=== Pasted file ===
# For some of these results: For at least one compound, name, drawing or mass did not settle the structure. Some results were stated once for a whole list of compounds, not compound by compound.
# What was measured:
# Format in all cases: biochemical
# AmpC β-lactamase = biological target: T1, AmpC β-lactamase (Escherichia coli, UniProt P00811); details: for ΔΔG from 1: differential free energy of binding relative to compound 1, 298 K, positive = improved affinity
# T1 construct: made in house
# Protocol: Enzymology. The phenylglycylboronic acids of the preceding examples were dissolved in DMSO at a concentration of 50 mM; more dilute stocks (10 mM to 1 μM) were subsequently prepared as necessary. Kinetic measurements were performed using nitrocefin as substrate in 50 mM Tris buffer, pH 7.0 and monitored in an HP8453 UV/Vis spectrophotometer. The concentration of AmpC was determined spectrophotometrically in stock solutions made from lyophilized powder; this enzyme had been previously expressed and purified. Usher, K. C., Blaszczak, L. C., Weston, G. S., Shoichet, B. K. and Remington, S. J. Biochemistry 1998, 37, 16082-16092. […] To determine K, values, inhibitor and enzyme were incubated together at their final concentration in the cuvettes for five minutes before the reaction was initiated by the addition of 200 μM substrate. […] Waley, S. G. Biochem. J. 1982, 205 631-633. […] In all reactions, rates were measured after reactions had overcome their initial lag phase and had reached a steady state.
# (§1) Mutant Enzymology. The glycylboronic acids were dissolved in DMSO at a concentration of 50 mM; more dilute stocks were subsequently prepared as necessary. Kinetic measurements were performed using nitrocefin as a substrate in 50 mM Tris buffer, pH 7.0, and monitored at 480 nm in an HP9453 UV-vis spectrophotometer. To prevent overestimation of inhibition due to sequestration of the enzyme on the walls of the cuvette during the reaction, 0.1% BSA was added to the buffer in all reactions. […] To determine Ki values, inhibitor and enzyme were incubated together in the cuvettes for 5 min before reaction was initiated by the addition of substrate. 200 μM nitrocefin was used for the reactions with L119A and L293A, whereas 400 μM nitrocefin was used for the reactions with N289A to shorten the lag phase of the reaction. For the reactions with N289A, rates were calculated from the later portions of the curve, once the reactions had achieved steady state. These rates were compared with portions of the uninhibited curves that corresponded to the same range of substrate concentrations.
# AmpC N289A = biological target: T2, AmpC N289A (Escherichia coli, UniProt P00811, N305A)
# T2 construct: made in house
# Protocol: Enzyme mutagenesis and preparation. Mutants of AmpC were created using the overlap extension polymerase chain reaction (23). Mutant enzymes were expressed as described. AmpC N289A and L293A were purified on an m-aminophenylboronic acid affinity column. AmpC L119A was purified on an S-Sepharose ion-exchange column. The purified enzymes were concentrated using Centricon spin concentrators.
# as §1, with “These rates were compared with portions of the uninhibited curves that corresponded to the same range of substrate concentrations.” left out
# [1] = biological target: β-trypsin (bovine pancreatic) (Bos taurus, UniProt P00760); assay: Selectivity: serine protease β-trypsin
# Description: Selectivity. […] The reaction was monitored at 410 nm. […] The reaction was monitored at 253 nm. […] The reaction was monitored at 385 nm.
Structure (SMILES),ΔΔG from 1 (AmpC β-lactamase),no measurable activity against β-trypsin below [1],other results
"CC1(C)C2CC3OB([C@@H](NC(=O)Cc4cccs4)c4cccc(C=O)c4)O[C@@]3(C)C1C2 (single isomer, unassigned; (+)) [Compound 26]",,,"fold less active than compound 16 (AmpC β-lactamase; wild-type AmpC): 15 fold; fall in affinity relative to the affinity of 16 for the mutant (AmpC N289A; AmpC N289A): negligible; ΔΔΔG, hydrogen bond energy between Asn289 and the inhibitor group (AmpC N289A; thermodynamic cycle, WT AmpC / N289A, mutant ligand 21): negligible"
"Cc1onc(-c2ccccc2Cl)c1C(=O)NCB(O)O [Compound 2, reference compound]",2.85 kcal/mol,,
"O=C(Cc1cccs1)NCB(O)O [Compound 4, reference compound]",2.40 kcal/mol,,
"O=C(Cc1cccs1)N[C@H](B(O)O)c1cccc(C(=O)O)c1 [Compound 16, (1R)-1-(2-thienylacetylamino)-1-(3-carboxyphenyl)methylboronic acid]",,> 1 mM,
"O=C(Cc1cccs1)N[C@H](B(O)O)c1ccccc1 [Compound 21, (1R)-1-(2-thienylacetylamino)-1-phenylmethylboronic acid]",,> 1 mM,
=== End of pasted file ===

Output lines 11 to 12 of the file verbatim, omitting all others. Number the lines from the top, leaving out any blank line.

# as §1, with “These rates were compared with portions of the uninhibited curves that corresponded to the same range of substrate concentrations.” left out
# [1] = biological target: β-trypsin (bovine pancreatic) (Bos taurus, UniProt P00760); assay: Selectivity: serine protease β-trypsin